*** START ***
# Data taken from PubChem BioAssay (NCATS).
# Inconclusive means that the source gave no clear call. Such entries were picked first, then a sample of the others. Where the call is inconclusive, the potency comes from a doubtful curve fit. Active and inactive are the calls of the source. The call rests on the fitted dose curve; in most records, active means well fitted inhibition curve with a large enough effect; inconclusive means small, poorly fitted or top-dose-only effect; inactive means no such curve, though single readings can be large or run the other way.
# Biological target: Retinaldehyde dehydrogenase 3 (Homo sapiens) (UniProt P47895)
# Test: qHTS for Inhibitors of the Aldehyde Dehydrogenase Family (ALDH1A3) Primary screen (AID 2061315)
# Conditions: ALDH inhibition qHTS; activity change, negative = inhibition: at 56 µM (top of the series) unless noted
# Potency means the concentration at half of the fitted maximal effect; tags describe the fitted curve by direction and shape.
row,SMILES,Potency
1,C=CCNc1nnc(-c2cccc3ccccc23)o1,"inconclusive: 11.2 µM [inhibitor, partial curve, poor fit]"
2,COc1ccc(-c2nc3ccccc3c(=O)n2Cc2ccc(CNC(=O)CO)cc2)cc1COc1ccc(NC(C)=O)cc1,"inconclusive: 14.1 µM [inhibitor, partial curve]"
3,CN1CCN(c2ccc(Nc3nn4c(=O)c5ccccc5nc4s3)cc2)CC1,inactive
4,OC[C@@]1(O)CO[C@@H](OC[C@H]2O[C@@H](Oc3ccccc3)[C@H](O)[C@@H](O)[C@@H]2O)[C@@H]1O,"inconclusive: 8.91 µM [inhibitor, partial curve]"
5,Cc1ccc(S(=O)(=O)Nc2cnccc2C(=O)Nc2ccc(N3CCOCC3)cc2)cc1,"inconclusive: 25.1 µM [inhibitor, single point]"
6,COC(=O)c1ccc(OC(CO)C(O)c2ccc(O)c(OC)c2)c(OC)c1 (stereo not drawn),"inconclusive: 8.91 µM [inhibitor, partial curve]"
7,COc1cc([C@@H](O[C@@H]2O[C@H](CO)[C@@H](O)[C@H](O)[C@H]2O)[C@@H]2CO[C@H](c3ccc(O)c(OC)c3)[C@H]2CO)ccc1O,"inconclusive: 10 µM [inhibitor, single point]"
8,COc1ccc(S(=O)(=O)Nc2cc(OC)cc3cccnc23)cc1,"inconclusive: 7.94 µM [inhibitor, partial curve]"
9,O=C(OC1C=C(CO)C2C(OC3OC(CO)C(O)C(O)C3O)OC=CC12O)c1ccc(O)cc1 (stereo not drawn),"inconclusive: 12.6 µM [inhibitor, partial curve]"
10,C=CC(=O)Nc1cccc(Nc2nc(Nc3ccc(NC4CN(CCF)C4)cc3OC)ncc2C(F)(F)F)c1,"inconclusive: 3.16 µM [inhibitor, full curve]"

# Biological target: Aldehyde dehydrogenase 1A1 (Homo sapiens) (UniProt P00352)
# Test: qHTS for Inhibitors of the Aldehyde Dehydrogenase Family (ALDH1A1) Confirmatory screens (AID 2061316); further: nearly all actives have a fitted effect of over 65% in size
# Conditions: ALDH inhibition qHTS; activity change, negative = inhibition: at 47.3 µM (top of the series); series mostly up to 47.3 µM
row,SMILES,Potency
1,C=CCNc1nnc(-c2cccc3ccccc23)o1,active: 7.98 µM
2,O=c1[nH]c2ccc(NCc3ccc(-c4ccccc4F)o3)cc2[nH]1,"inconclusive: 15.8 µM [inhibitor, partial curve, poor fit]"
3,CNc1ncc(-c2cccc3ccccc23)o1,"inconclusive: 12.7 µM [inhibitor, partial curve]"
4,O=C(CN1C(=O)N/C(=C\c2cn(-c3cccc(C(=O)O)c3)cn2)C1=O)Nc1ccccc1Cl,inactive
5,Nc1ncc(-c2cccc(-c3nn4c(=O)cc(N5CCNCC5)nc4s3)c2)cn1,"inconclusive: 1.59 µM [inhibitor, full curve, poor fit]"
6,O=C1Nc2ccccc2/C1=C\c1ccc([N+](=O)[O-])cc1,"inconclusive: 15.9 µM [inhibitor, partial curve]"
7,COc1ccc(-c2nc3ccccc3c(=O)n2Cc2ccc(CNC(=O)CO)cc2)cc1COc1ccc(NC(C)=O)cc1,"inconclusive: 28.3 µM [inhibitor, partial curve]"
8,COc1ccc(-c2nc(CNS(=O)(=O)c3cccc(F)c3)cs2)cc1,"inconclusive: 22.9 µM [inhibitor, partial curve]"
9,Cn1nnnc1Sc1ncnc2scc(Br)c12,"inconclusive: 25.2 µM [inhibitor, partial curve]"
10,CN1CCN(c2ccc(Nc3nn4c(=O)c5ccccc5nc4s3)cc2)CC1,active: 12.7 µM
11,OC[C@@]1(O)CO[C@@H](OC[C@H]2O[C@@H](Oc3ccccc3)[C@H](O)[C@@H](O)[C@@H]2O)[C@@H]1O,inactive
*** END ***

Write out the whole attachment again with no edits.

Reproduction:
# Data taken from PubChem BioAssay (NCATS).
# Inconclusive means that the source gave no clear call. Such entries were picked first, then a sample of the others. Where the call is inconclusive, the potency comes from a doubtful curve fit. Active and inactive are the calls of the source. The call rests on the fitted dose curve; in most records, active means well fitted inhibition curve with a large enough effect; inconclusive means small, poorly fitted or top-dose-only effect; inactive means no such curve, though single readings can be large or run the other way.
# Biological target: Retinaldehyde dehydrogenase 3 (Homo sapiens) (UniProt P47895)
# Test: qHTS for Inhibitors of the Aldehyde Dehydrogenase Family (ALDH1A3) Primary screen (AID 2061315)
# Conditions: ALDH inhibition qHTS; activity change, negative = inhibition: at 56 µM (top of the series) unless noted
# Potency means the concentration at half of the fitted maximal effect; tags describe the fitted curve by direction and shape.
row,SMILES,Potency
1,C=CCNc1nnc(-c2cccc3ccccc23)o1,"inconclusive: 11.2 µM [inhibitor, partial curve, poor fit]"
2,COc1ccc(-c2nc3ccccc3c(=O)n2Cc2ccc(CNC(=O)CO)cc2)cc1COc1ccc(NC(C)=O)cc1,"inconclusive: 14.1 µM [inhibitor, partial curve]"
3,CN1CCN(c2ccc(Nc3nn4c(=O)c5ccccc5nc4s3)cc2)CC1,inactive
4,OC[C@@]1(O)CO[C@@H](OC[C@H]2O[C@@H](Oc3ccccc3)[C@H](O)[C@@H](O)[C@@H]2O)[C@@H]1O,"inconclusive: 8.91 µM [inhibitor, partial curve]"
5,Cc1ccc(S(=O)(=O)Nc2cnccc2C(=O)Nc2ccc(N3CCOCC3)cc2)cc1,"inconclusive: 25.1 µM [inhibitor, single point]"
6,COC(=O)c1ccc(OC(CO)C(O)c2ccc(O)c(OC)c2)c(OC)c1 (stereo not drawn),"inconclusive: 8.91 µM [inhibitor, partial curve]"
7,COc1cc([C@@H](O[C@@H]2O[C@H](CO)[C@@H](O)[C@H](O)[C@H]2O)[C@@H]2CO[C@H](c3ccc(O)c(OC)c3)[C@H]2CO)ccc1O,"inconclusive: 10 µM [inhibitor, single point]"
8,COc1ccc(S(=O)(=O)Nc2cc(OC)cc3cccnc23)cc1,"inconclusive: 7.94 µM [inhibitor, partial curve]"
9,O=C(OC1C=C(CO)C2C(OC3OC(CO)C(O)C(O)C3O)OC=CC12O)c1ccc(O)cc1 (stereo not drawn),"inconclusive: 12.6 µM [inhibitor, partial curve]"
10,C=CC(=O)Nc1cccc(Nc2nc(Nc3ccc(NC4CN(CCF)C4)cc3OC)ncc2C(F)(F)F)c1,"inconclusive: 3.16 µM [inhibitor, full curve]"

# Biological target: Aldehyde dehydrogenase 1A1 (Homo sapiens) (UniProt P00352)
# Test: qHTS for Inhibitors of the Aldehyde Dehydrogenase Family (ALDH1A1) Confirmatory screens (AID 2061316); further: nearly all actives have a fitted effect of over 65% in size
# Conditions: ALDH inhibition qHTS; activity change, negative = inhibition: at 47.3 µM (top of the series); series mostly up to 47.3 µM
row,SMILES,Potency
1,C=CCNc1nnc(-c2cccc3ccccc23)o1,active: 7.98 µM
2,O=c1[nH]c2ccc(NCc3ccc(-c4ccccc4F)o3)cc2[nH]1,"inconclusive: 15.8 µM [inhibitor, partial curve, poor fit]"
3,CNc1ncc(-c2cccc3ccccc23)o1,"inconclusive: 12.7 µM [inhibitor, partial curve]"
4,O=C(CN1C(=O)N/C(=C\c2cn(-c3cccc(C(=O)O)c3)cn2)C1=O)Nc1ccccc1Cl,inactive
5,Nc1ncc(-c2cccc(-c3nn4c(=O)cc(N5CCNCC5)nc4s3)c2)cn1,"inconclusive: 1.59 µM [inhibitor, full curve, poor fit]"
6,O=C1Nc2ccccc2/C1=C\c1ccc([N+](=O)[O-])cc1,"inconclusive: 15.9 µM [inhibitor, partial curve]"
7,COc1ccc(-c2nc3ccccc3c(=O)n2Cc2ccc(CNC(=O)CO)cc2)cc1COc1ccc(NC(C)=O)cc1,"inconclusive: 28.3 µM [inhibitor, partial curve]"
8,COc1ccc(-c2nc(CNS(=O)(=O)c3cccc(F)c3)cs2)cc1,"inconclusive: 22.9 µM [inhibitor, partial curve]"
9,Cn1nnnc1Sc1ncnc2scc(Br)c12,"inconclusive: 25.2 µM [inhibitor, partial curve]"
10,CN1CCN(c2ccc(Nc3nn4c(=O)c5ccccc5nc4s3)cc2)CC1,active: 12.7 µM
11,OC[C@@]1(O)CO[C@@H](OC[C@H]2O[C@@H](Oc3ccccc3)[C@H](O)[C@@H](O)[C@@H]2O)[C@@H]1O,inactive